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Bush kicks gays.

When he was about to run for resident the first time around, George W. Bush confided to a friend that he was under pressure from James Dobson and other rightwing evangelicals to attack gays and lesbians.

Bush assured his friend: "I'm not going to kick gays."

But that was then.

And this is now.

And now the Republicans have nothing else to run on, so Bush is kicking away.

In his weekly radio address on June 3 and in a speech two days later, Bush threw his support behind the constitutional amendment banning gay marriage, knowing full well that it was doomed.

"Marriage," he insisted, "cannot be cut off from its cultural, religious, and natural roots."

But it's not up to the government to defend marriage as a religious institution. That's up to the church or the mosque or the synagogue. And "natural" roots are not necessarily normative ones. Humans have natural aggressive impulses, for instance. We don't enshrine those in our laws. To make a cultural claim is also tricky, since prejudice can be in the water of a culture. White supremacists and anti-suffragists often talked about the "sanctity of our culture" to justify their attitudes.

Simply put, there is no rational, secular reason why a lesbian couple that's been together for two decades can't get married but two drunk heterosexuals who met last week on a bender can stagger down the aisle in Vegas.

Bush and other rightwingers tell us that same-sex marriage would undermine the family.

But how would letting two gay men who fell in love last year undermine anybody's family?

What is undermining the family is poverty, infidelity, and wife beating, none of which has anything to do with same-sex marriage.

The merits of the case didn't interest Bush, though. He was playing to his far right evangelical base. Joining him by his invitation in Washington on June 5 were, among others, Tony Perkins of the Family Research Council and James Dobson himself (who even got an interview with White House Press Secretary Tony Snow afterwards).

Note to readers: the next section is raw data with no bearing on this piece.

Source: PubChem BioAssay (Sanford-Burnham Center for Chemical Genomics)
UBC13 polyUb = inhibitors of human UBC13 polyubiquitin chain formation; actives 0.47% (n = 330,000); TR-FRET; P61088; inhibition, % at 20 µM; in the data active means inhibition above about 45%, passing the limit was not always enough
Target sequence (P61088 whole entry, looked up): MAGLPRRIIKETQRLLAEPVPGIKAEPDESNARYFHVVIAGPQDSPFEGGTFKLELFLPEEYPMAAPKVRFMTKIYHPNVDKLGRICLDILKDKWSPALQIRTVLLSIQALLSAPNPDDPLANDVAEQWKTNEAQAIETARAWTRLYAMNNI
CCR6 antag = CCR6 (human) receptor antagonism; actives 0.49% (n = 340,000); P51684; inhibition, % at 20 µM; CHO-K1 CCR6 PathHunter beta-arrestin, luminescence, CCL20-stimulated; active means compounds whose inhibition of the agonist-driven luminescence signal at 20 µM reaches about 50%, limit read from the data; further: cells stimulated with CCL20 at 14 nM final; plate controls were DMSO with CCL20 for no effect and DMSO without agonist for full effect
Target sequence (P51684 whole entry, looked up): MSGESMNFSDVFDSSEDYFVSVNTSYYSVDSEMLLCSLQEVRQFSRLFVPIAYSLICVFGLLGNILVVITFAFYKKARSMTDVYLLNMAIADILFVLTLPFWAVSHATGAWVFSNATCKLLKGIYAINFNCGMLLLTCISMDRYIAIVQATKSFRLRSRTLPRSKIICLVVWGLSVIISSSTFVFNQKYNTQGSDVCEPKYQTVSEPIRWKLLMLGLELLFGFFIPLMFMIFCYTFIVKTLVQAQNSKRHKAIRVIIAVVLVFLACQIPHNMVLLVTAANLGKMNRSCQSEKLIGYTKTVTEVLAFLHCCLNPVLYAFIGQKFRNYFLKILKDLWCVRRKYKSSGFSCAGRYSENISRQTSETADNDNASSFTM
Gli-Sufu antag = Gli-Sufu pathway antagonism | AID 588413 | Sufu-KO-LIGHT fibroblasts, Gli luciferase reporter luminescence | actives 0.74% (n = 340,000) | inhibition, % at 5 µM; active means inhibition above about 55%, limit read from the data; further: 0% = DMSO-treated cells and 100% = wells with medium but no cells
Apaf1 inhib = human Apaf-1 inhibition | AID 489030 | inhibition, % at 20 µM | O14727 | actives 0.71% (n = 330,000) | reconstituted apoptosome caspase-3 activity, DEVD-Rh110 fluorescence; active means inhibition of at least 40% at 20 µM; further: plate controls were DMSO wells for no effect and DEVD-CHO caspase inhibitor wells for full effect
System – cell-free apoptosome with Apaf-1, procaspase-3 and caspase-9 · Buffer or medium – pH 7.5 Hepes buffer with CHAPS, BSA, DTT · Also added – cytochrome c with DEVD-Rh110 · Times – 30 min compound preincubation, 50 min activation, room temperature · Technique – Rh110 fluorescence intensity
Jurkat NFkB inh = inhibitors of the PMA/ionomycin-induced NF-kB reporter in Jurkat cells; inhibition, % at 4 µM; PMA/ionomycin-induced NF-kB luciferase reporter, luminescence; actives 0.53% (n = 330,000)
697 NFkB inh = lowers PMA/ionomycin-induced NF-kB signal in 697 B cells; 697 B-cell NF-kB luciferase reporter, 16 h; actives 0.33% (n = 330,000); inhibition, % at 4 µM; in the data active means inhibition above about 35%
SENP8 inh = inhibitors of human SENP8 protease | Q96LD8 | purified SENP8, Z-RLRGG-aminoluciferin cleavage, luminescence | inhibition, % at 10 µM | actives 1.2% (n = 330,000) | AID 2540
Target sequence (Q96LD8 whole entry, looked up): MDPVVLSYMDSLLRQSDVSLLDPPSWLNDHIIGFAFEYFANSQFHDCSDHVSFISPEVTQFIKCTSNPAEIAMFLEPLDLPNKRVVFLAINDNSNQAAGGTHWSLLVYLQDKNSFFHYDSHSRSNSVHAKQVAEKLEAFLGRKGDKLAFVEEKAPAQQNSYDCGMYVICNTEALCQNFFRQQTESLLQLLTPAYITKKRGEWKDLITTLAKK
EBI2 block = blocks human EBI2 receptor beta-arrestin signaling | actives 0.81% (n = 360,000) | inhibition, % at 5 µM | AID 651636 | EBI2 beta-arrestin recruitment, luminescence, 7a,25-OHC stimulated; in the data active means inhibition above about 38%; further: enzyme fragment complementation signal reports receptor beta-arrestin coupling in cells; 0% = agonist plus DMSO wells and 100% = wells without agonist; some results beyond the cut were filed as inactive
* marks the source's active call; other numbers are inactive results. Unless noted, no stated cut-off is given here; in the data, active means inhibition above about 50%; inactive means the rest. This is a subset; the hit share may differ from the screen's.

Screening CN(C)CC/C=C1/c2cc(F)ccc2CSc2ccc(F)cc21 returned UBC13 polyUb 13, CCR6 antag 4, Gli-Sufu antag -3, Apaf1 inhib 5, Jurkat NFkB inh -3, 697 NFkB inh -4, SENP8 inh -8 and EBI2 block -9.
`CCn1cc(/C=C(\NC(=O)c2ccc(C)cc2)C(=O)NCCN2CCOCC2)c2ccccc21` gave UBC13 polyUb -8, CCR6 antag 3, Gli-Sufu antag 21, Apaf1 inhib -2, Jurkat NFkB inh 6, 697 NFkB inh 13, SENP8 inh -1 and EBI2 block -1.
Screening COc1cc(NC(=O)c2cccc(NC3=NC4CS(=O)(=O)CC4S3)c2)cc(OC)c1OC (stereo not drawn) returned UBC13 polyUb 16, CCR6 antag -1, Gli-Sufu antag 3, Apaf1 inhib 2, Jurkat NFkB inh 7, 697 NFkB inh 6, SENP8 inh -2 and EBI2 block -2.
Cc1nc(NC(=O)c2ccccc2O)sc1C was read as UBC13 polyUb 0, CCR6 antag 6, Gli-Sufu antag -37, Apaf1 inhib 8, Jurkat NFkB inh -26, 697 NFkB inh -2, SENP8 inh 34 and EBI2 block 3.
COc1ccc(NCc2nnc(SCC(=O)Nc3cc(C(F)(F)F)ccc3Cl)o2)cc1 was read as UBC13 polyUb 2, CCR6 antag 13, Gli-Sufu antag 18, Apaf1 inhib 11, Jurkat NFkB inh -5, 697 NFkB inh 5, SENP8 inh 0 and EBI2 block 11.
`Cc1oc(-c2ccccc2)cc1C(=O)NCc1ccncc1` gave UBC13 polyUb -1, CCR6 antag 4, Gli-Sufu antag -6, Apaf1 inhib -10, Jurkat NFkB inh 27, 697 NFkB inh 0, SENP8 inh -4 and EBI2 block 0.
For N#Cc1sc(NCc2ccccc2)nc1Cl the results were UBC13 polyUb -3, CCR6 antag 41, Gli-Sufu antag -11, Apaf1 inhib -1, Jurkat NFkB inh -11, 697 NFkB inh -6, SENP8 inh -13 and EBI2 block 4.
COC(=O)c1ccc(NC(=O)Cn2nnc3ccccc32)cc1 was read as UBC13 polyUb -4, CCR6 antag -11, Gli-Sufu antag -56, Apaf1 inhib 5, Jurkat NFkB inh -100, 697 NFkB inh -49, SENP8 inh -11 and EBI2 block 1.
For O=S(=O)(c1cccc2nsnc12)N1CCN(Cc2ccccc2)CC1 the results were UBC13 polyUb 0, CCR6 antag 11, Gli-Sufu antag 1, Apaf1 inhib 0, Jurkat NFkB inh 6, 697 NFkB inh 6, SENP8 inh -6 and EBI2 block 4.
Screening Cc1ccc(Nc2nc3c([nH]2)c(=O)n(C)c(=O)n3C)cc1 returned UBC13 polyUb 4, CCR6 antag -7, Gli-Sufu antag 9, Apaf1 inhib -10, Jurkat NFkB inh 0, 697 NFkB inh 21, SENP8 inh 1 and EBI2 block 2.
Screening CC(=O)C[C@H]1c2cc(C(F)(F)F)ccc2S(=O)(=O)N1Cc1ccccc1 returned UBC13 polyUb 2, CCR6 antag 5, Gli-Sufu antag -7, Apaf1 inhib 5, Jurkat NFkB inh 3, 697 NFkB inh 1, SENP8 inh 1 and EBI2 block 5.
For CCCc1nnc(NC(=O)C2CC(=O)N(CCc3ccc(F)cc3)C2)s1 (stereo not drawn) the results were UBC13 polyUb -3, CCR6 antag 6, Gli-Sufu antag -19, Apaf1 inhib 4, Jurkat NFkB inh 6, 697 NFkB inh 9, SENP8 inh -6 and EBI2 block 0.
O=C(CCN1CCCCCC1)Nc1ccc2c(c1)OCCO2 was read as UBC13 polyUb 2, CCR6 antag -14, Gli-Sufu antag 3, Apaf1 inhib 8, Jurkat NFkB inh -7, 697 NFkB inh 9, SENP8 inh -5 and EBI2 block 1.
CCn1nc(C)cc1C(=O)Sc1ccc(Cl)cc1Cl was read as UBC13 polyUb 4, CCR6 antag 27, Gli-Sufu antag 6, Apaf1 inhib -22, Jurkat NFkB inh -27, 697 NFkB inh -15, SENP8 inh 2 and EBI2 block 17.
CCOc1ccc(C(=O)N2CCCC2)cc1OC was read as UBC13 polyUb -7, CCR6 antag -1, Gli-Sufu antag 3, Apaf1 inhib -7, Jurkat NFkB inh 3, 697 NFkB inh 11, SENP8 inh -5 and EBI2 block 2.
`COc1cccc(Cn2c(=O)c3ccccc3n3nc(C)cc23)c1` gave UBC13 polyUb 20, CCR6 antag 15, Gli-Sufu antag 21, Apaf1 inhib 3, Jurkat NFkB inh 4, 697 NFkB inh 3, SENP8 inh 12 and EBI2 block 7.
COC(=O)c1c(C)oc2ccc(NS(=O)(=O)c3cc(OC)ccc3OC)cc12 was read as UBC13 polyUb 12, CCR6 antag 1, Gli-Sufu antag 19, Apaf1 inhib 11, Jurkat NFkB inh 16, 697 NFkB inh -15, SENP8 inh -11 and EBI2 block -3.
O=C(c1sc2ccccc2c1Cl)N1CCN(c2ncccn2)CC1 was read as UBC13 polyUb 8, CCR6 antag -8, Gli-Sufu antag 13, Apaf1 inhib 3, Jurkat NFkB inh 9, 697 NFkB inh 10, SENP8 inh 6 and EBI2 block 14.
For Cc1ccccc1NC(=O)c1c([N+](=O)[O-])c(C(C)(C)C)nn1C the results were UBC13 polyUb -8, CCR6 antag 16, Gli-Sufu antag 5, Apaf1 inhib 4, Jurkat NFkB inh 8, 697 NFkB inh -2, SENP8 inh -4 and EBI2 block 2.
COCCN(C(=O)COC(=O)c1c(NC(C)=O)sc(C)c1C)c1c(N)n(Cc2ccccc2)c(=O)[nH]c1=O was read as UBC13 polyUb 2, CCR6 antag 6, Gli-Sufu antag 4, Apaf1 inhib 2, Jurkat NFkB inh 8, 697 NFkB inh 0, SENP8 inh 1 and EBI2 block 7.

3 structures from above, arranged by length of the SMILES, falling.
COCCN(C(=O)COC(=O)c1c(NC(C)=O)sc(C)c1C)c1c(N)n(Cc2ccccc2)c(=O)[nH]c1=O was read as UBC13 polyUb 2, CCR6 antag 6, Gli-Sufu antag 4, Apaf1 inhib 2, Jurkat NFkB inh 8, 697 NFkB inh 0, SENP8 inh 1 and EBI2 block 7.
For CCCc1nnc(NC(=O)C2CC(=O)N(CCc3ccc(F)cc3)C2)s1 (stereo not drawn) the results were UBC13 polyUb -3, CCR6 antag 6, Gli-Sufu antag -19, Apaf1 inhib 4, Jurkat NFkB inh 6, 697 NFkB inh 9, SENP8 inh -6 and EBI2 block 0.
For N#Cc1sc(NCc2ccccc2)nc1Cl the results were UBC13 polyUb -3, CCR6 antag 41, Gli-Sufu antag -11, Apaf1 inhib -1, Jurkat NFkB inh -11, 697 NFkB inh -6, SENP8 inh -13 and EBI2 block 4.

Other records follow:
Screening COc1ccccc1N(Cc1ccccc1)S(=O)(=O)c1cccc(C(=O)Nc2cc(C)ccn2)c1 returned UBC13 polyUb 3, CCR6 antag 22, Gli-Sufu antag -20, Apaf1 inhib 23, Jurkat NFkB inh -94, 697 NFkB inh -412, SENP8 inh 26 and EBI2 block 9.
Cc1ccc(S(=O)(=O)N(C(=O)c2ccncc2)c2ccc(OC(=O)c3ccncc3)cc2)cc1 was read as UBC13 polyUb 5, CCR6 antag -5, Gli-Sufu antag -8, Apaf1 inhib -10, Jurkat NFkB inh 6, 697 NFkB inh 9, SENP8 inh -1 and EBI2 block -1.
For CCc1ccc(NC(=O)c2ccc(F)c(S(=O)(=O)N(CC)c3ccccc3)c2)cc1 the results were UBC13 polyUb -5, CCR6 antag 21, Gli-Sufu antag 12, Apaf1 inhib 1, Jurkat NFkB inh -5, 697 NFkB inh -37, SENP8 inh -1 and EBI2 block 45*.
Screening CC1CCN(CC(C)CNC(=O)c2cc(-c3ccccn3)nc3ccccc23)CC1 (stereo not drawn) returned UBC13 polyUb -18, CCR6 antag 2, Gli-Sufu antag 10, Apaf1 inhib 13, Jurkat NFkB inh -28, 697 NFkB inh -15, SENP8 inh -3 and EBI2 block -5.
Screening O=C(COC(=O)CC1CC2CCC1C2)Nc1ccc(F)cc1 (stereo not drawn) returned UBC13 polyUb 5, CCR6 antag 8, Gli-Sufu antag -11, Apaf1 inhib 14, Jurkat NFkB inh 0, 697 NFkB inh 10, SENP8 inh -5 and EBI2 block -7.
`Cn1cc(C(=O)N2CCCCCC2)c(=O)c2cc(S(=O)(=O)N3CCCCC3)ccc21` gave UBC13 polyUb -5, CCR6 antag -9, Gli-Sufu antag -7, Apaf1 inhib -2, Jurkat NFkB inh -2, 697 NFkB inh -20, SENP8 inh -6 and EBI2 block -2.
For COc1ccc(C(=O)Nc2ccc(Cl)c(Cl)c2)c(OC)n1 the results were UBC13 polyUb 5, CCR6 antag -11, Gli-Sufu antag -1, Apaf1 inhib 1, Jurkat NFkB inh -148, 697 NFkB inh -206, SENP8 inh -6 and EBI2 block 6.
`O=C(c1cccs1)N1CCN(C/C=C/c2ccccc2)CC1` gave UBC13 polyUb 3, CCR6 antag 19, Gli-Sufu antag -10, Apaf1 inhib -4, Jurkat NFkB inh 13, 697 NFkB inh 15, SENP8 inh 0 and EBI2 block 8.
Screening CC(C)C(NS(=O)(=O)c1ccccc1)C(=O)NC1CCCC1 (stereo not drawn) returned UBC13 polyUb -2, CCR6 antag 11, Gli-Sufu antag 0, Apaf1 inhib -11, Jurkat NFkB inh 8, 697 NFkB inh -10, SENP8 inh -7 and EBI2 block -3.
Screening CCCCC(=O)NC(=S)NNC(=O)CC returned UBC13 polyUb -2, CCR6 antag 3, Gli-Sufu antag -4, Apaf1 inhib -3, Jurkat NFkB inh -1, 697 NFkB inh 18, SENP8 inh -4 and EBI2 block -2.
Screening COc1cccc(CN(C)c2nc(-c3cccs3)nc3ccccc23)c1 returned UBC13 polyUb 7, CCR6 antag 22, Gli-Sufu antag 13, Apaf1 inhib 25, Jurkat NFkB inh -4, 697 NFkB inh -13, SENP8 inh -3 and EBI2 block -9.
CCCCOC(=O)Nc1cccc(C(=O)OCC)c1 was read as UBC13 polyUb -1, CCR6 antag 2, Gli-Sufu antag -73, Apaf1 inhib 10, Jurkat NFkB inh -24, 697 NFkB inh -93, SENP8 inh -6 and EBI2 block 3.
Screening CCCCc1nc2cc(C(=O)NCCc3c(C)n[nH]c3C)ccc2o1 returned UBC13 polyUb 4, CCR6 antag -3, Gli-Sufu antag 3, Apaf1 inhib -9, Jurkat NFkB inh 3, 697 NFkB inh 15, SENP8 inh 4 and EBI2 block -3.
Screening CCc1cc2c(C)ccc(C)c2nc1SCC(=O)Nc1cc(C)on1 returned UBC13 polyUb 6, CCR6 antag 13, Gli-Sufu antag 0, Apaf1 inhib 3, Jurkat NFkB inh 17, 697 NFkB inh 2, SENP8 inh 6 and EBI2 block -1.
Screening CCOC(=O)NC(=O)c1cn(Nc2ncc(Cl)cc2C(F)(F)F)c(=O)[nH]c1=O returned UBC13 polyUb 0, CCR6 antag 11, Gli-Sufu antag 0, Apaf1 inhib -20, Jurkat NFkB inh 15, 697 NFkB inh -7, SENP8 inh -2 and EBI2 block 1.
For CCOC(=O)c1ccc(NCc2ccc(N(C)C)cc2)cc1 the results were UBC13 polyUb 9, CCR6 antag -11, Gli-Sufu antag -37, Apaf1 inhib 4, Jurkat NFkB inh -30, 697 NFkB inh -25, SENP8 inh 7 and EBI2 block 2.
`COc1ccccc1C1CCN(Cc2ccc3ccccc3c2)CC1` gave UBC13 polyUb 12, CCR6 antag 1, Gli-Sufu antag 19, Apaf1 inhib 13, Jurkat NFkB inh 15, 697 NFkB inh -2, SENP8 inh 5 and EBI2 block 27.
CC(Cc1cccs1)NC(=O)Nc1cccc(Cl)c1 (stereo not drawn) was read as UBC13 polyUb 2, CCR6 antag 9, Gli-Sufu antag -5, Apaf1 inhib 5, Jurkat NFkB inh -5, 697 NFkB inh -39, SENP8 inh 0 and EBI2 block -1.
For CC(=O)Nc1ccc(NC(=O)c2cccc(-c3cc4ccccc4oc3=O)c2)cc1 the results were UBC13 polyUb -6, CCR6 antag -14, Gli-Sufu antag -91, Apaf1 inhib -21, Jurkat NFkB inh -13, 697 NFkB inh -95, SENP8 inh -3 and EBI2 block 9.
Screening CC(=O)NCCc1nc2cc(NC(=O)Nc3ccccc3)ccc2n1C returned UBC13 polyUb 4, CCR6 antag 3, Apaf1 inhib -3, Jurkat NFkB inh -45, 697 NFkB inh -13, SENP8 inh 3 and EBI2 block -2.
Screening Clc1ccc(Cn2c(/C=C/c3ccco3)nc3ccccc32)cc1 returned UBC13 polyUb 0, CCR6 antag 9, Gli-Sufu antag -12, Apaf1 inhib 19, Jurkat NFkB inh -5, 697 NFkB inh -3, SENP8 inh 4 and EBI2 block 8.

Bush's rhetorical strategy was clear: Make the enemy "activist judges."

In his ten-minute speech that day, he used the term "activist judges" three times, "overreaching judges" once, "activist courts" once, and judges or courts at least five other times. That's a sneer a minute.

Bush doesn't respect the right of the judiciary to uphold the equal protection clause of the Fourteenth Amendment or the equality and anti-discrimination guarantees of state constitutions.

And he has the habit of ending his talks on the subject of same-sex marriage with a call for "tolerance, respect, and dignity"--after he's just finished fomenting intolerance, fertilizing disrespect, and stripping millions of Americans of their dignity.

Fortunately, the constitutional amendment failed in Congress. But versions of it have been passing in state after state. This November, as Judith Davidoff reports for us in her cover story, voters in several states will weigh in on the marriage ban, which often doubles as a ban on domestic partnership benefits, as well. Davidoff explores the nightmares that all these bans create.

Except with Prohibition, we've never before amended our Constitution to take rights away from people.

We shouldn't start now.
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Title Annotation:George W. Bush
Author:Rothschild, Matthew
Publication:The Progressive
Geographic Code:1USA
Date:Aug 1, 2006
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